Why politicians are bringing the ad industry into disrepute

T here are two problems with political advertising. The first is that some political parties are richer than others, and so can afford more of it. While Party A buys up all the hoardings on one side of an unlevel playing field, Party B can only afford the sites behind the goals, and Party C has to make do with a handful on the side the television cameras don’t see.

The other problem is that consumers – that is, voters – can’t believe a word of political advertisements because political parties are the only advertisers officially permitted to tell lies.

This latter problem is currently exercising both the advertising and the political establishments. Lord Neill’s committee on standards in public life, which is inquiring into the funding of political parties, has provided a catalyst for those in the advertising industry who believe the present situation is a messy compromise which risks bringing advertising in general into disrepute.

The problem was highlighted during the run-up to the general election, when the Conservatives’ “Demon Eyes” poster of Tony Blair provoked a series of complaints to the Advertising Standards Authority.

They were upheld – but only because the Authority decided the advertisement portrayed the future Prime Minister in a way that was “offensive” without permission. Political ads, like any others, have to be “decent”. That’s because, in theory, they must abide by the advertising Code of Practice.

In fact, however, they are exempt from some of the code’s most important provisions: those relating to honesty and fairness. Political parties don’t have to prove any claims they make in their advertising, can say what they like about rival parties and their policies, and can be inaccurate or ambiguous, or exaggerate with impunity.

The justification: it’s up to voters, not a self-appointed, voluntary regulator like the ASA, to decide whether what political parties say is truthful.

But the Advertising Association believes this partial exemption from the code brings all advertising into disrepute, and earlier this month its director-general, Andrew Brown, along with representatives of the Committee of Advertising Practice (which draws up the ASA’s code) told the Neill committee so.

If the political parties won’t agree to abide by the code, they suggest, then a new body should be set up purely to regulate political advertising.

The parties are divided. Labour would apparently be prepared to submit to a new body operating a new code on political advertising, the Tories wouldn’t. They think a new code would be unworkable, and is unnecessary anyway, since voters are quite capable of distinguishing between conventional commercial advertising and political propaganda.

With the two main parties stalemated, a further complication arises because the advertising industry itself is not unanimous. Many would dearly love to be shot of all responsibility for political ads, believing, like the Tories, that the same rules simply can’t be applied.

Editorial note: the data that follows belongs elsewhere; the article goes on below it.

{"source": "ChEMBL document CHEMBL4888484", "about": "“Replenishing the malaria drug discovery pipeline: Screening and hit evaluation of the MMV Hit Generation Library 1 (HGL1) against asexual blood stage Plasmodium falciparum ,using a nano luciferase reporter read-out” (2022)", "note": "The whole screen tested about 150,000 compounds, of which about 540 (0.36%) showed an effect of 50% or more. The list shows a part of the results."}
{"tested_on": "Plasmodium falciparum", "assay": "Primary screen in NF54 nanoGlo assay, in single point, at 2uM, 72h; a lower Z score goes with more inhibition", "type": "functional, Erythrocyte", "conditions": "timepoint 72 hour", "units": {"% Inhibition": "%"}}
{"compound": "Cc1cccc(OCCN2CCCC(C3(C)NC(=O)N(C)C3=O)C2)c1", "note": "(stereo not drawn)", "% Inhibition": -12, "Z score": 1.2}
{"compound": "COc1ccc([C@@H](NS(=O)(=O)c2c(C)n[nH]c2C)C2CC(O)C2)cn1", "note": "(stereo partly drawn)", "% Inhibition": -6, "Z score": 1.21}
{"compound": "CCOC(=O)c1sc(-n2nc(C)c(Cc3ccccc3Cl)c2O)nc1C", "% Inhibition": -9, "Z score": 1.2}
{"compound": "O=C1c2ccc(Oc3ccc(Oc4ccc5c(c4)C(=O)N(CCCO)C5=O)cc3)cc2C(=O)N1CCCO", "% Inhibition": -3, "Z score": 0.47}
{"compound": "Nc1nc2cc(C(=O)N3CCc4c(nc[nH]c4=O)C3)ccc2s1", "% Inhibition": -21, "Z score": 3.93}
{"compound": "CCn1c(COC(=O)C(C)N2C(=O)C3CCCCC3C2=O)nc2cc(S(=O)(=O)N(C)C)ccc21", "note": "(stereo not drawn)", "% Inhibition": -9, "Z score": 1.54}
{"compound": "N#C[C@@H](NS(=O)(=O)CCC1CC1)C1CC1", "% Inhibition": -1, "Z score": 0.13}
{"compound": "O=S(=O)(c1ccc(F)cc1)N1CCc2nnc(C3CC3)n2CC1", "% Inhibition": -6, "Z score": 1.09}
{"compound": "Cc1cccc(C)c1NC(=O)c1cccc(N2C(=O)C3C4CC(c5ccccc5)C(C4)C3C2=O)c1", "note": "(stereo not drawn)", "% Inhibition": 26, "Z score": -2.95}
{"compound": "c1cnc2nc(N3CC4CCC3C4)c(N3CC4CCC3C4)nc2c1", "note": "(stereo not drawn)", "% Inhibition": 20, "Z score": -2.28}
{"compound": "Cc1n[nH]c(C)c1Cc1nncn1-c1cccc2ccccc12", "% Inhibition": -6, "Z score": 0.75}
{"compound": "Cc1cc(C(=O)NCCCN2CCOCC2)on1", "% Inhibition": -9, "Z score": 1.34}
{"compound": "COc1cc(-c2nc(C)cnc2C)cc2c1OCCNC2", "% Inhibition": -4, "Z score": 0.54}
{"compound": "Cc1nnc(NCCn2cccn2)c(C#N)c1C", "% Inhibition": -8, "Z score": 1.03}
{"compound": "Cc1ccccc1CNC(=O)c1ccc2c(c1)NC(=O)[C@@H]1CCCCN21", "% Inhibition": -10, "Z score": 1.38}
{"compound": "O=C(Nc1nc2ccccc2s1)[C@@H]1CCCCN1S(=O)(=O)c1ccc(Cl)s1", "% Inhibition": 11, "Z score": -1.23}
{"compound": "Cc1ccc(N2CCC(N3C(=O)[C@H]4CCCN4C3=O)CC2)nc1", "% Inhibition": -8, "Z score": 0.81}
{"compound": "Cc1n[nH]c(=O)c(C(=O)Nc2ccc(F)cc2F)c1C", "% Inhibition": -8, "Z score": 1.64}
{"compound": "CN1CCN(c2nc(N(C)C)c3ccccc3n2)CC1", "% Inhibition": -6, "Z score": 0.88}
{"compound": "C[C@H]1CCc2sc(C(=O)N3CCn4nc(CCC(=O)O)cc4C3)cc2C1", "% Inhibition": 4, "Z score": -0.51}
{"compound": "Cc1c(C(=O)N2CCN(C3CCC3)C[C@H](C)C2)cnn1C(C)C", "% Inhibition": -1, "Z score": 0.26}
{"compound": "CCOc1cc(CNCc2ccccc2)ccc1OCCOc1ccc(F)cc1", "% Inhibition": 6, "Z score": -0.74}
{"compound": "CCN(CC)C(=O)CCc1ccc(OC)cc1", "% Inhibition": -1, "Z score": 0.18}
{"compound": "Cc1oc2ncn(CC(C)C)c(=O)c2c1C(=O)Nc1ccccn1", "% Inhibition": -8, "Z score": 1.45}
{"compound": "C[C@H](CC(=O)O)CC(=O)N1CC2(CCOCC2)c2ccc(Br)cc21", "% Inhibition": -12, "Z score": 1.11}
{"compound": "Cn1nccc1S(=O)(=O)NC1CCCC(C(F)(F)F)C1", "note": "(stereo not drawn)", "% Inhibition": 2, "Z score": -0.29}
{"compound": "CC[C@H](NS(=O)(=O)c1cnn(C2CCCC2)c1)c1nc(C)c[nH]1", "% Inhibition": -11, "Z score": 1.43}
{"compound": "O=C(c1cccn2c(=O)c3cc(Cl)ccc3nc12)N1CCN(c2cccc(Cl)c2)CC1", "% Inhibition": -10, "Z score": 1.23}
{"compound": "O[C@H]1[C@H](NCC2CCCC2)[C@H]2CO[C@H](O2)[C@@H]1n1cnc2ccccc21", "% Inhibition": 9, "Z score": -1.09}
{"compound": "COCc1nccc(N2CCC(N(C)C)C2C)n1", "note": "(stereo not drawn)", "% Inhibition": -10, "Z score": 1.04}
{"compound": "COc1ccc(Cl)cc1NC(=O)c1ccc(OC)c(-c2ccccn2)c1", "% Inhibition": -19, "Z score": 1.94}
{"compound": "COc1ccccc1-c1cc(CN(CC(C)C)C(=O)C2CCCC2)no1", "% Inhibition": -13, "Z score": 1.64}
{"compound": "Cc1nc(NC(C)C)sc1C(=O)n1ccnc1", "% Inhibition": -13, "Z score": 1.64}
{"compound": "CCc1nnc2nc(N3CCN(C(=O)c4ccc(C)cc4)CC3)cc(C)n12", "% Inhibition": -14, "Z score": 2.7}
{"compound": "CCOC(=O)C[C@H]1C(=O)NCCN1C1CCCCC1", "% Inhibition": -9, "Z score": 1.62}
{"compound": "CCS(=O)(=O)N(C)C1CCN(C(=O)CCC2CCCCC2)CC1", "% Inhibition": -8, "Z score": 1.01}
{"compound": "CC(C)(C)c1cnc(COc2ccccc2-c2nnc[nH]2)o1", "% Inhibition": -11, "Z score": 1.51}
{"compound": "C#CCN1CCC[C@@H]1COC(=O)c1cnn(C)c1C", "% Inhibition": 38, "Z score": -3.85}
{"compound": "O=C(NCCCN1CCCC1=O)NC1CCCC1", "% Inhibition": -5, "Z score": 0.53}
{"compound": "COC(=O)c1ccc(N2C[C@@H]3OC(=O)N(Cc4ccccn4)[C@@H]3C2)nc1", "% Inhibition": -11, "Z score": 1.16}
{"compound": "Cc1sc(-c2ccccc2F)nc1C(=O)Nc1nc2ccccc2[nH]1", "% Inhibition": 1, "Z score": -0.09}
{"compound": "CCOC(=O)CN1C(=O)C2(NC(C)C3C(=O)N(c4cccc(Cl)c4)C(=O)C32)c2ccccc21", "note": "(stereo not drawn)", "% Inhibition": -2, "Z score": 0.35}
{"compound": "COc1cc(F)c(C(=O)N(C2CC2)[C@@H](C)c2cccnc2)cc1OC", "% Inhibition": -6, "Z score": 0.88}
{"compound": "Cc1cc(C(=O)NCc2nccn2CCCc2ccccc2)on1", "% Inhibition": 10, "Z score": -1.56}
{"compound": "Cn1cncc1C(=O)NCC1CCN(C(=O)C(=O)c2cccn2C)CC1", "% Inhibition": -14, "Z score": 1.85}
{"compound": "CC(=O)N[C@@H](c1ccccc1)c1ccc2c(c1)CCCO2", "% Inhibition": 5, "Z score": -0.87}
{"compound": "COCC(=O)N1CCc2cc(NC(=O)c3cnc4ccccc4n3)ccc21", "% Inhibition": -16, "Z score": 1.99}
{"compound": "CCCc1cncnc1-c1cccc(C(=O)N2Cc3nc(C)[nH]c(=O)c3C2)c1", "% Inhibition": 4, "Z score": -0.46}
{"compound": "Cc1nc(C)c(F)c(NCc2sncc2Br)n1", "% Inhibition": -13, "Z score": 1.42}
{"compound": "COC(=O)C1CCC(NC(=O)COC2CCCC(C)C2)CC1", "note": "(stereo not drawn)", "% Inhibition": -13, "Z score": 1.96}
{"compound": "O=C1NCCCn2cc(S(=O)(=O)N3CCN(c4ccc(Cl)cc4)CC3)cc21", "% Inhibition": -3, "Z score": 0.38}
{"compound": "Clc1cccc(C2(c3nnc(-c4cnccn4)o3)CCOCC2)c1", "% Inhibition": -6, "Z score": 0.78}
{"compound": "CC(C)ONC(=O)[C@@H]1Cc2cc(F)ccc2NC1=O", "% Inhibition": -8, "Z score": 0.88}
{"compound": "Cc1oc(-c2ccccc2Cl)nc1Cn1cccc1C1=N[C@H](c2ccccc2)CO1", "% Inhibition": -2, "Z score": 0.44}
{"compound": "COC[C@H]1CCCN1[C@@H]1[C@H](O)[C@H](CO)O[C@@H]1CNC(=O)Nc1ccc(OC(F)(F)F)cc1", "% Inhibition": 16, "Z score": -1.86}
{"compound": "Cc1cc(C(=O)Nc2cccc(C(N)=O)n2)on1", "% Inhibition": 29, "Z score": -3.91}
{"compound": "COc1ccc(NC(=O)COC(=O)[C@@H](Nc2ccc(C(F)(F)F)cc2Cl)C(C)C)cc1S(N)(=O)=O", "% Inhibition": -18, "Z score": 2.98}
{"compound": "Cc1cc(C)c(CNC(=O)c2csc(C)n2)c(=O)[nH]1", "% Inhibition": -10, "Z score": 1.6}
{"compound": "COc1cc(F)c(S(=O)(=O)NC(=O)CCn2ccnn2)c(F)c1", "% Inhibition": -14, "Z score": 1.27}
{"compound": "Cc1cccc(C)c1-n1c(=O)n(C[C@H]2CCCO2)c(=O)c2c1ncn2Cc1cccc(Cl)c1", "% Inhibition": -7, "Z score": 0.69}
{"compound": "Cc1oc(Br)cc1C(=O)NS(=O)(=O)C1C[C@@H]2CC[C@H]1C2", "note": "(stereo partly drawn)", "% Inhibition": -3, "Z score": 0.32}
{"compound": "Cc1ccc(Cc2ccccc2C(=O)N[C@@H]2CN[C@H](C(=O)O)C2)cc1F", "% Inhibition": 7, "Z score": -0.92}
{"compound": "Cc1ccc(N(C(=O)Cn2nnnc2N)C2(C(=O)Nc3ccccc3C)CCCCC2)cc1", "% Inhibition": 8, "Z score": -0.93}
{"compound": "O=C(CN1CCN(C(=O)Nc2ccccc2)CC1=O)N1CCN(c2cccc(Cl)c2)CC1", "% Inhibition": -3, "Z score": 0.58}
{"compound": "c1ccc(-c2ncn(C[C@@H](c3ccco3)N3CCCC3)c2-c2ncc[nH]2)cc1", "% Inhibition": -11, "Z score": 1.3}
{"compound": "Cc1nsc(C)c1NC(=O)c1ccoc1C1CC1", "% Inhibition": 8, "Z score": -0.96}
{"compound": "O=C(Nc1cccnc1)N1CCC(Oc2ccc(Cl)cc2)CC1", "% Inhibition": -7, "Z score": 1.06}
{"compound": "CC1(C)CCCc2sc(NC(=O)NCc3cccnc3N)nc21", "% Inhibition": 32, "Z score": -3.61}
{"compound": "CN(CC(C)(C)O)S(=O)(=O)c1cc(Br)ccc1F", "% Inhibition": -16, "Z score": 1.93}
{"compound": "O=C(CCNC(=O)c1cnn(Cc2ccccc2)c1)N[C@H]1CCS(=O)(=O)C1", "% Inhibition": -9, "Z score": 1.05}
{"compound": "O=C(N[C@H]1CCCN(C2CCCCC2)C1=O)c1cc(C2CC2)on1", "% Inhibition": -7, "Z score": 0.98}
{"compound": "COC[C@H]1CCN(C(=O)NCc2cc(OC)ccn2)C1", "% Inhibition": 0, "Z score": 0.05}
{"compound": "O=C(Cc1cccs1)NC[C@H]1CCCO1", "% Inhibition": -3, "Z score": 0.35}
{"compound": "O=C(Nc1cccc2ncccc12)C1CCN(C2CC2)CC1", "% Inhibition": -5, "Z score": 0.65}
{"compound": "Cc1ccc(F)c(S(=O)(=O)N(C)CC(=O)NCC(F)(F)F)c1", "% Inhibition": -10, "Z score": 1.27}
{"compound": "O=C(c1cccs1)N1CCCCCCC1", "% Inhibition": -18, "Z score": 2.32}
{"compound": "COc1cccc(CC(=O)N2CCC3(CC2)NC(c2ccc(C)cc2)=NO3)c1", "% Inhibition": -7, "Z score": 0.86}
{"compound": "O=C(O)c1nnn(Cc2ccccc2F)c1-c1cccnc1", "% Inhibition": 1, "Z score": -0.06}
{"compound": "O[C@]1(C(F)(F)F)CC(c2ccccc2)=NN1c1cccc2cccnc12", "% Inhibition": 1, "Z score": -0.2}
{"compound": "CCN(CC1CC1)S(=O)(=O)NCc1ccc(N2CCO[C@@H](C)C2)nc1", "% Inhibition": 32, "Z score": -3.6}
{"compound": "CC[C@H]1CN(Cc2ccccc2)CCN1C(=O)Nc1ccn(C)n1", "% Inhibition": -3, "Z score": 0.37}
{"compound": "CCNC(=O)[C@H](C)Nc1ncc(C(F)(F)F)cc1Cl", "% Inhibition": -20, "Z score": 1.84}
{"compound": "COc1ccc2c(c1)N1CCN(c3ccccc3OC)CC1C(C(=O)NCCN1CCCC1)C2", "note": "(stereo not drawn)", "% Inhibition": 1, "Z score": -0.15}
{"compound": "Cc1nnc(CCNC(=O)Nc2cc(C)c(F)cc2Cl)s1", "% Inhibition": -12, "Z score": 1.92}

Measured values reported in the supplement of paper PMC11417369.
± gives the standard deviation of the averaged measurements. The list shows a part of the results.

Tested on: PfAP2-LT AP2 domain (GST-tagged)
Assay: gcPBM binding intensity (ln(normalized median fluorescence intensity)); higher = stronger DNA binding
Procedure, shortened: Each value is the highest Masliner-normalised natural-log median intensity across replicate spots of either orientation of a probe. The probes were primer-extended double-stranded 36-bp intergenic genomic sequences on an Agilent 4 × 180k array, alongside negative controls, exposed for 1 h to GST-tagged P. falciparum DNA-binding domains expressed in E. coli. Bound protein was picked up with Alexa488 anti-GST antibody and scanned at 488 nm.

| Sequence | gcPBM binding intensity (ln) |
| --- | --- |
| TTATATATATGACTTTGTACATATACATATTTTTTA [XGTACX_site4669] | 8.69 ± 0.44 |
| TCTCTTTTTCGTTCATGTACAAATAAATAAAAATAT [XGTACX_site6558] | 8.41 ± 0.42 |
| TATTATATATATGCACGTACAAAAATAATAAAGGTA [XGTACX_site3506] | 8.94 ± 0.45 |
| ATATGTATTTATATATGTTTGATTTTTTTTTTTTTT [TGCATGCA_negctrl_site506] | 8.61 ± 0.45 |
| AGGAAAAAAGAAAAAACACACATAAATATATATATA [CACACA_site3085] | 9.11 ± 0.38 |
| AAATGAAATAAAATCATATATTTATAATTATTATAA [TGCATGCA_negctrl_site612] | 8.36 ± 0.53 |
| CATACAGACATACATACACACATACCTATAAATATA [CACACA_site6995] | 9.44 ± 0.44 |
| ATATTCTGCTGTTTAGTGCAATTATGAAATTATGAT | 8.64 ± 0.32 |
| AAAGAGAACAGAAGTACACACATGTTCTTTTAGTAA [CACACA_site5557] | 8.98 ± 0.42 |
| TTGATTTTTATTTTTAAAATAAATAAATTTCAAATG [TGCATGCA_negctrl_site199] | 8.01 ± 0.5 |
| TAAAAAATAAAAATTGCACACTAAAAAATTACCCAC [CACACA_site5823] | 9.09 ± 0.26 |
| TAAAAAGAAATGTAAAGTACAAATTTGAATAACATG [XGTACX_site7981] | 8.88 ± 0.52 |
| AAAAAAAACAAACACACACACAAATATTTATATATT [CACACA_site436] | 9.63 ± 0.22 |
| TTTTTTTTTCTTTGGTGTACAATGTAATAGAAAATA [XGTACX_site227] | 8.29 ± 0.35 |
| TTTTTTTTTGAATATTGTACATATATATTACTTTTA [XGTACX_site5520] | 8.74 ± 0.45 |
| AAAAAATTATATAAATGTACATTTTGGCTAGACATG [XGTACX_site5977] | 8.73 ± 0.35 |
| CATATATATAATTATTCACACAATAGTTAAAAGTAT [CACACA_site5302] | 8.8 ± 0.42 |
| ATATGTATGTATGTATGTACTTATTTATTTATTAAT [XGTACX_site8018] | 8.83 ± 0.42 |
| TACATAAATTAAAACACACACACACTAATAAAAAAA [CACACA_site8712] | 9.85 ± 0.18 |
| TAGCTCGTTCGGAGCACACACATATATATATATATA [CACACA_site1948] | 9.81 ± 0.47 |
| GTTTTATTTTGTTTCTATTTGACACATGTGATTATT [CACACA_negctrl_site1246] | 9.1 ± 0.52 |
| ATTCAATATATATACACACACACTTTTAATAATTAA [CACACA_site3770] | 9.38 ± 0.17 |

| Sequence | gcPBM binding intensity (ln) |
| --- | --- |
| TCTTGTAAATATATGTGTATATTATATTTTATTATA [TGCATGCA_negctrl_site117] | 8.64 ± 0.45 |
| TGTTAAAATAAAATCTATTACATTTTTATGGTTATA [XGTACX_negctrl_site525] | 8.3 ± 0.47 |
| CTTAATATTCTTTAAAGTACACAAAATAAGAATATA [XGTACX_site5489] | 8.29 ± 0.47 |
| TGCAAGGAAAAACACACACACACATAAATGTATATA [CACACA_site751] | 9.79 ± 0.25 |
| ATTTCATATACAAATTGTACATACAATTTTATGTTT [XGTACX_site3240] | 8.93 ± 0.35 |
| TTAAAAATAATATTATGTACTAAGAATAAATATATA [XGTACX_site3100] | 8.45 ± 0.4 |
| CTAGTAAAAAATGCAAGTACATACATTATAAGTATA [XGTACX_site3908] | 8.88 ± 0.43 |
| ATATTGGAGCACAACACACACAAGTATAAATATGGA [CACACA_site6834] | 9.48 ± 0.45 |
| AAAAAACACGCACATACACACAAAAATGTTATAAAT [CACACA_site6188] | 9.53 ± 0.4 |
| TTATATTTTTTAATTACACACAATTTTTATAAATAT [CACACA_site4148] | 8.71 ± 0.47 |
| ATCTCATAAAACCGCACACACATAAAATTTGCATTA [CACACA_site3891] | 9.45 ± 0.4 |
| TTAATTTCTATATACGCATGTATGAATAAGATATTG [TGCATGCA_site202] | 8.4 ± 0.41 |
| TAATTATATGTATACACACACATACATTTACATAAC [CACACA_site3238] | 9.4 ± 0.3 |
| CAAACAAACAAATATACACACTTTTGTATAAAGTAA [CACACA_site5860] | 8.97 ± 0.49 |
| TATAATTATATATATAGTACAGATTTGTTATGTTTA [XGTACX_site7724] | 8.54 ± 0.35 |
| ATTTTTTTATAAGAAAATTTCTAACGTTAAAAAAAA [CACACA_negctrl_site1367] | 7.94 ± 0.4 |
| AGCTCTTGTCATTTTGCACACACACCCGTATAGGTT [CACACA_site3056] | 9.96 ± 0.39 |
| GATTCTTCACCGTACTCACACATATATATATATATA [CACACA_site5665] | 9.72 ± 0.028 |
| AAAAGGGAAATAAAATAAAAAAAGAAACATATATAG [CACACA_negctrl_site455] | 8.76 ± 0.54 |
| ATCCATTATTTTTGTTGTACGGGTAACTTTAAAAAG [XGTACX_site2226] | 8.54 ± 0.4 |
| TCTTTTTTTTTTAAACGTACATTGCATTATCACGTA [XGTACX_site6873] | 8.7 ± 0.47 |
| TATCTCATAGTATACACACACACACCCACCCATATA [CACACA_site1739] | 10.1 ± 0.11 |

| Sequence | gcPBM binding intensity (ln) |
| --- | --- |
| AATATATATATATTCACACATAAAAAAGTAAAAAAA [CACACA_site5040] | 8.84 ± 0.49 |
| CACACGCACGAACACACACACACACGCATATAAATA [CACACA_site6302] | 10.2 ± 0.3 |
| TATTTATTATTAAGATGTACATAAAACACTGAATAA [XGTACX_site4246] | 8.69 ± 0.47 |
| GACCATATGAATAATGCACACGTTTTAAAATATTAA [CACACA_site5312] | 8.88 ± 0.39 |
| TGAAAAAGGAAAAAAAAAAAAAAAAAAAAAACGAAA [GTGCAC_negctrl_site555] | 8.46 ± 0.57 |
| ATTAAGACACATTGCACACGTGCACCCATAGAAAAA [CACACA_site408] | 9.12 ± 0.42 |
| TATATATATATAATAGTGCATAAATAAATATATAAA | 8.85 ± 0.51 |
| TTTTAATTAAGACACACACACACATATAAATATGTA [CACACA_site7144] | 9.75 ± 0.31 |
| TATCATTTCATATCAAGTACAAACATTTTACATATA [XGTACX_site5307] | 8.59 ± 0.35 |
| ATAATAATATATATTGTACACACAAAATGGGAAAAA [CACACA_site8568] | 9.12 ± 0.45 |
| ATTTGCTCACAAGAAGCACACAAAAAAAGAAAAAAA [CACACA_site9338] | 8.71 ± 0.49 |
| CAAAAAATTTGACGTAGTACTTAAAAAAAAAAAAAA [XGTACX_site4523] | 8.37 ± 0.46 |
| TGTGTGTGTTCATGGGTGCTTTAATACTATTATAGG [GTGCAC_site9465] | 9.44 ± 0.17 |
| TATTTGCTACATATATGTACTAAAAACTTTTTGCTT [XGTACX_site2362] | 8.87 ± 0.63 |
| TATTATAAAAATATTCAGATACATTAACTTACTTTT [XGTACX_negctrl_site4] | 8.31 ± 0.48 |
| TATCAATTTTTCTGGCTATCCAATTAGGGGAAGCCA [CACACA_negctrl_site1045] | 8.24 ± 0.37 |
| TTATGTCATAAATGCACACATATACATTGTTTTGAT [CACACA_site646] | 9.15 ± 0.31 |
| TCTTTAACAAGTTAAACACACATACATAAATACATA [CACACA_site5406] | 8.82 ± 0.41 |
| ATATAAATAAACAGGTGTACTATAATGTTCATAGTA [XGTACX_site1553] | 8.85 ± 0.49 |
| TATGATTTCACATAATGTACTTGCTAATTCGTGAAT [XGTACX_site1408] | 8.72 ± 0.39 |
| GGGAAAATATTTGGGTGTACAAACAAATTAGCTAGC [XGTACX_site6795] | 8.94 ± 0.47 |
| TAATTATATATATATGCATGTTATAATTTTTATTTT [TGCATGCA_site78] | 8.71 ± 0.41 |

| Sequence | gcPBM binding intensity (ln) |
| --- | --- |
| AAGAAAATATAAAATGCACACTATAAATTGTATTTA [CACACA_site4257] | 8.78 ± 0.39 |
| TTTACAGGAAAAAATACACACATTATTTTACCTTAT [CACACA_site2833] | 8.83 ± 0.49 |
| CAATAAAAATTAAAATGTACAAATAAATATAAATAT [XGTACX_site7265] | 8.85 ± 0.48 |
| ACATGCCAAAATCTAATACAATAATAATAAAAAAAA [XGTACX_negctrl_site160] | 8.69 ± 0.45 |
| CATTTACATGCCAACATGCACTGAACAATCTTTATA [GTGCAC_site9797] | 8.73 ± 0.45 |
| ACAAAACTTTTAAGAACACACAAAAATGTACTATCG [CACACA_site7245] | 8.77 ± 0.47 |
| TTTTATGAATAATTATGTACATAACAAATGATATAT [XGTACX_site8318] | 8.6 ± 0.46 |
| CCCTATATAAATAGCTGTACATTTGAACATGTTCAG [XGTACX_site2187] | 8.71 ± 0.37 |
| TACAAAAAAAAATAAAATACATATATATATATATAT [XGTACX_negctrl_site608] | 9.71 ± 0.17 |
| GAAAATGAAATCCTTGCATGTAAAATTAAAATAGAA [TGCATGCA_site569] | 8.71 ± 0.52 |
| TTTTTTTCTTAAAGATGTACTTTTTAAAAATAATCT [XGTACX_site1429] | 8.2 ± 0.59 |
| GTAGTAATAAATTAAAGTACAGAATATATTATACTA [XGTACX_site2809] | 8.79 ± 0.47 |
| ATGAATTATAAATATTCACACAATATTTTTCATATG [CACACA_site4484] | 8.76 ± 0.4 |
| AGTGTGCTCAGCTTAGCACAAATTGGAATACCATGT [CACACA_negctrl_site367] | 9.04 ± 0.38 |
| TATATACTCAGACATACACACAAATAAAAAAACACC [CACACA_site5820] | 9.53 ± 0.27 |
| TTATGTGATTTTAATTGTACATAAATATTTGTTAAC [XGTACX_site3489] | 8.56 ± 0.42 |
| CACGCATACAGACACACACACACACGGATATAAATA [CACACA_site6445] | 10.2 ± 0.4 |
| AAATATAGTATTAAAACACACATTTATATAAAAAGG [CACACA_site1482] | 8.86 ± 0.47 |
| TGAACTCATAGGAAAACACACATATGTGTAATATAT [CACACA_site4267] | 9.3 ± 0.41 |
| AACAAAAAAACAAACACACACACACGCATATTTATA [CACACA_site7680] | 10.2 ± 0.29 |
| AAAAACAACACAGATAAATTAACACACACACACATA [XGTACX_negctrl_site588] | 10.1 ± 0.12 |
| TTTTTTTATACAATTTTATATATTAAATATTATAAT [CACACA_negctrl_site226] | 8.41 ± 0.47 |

But privately the ASA – chaired by a former politician, Lord (Bill) Rodgers, one of the founders of the SDP – is divided on the issue. On the one hand some believe the practical problems of incorporating political advertising into the system the ASA administers are simply too great. Particularly at election time, things move far too fast for a body like the ASA, which would have to resort to vetting ads in advance. But trying to blue-pencil political discourse would be asking for trouble.

What’s more, the system the ASA operates is a voluntary one. Self-regulation only works so long as everyone involved agrees to abide by the rules. The moment a political party thought it was getting a raw deal it would simply walk out.

On the other hand, some on the authority (whose members include a university professor of ethics) think it’s plain wrong for anyone, whoever they are, to get away with advertisements which break the rules.

There’s also the question of what should be done about “political” advertising placed by organisations other than political parties. At present these advertisements have to abide by the code, but in so doing they present the ASA with some of its most difficult judgements, as pressure groups like Friends of the Earth and the Vegetarian Society cross swords with lobbyists from the timber or meat industries.

In the ensuing clash of claim and counter-claim, the ASA frequently ends up making arguably subjective decisions – decisions which you could describe as being “political”.

As it is, the ASA won’t take the decision on what to do about party advertising: its job is merely to implement the code drawn up by the CAP. My guess is that those who want nothing to do with political advertising will win at the end of the day.

But it seems equally unlikely that the parties will all agree to submit themselves to a new watchdog, with some new code.

The likeliest outcome seems to be a return to the bad old days when political advertising was completely uncontrolled. And that may not do much for the credibility of advertising in general, or the advertising regulators in particular.

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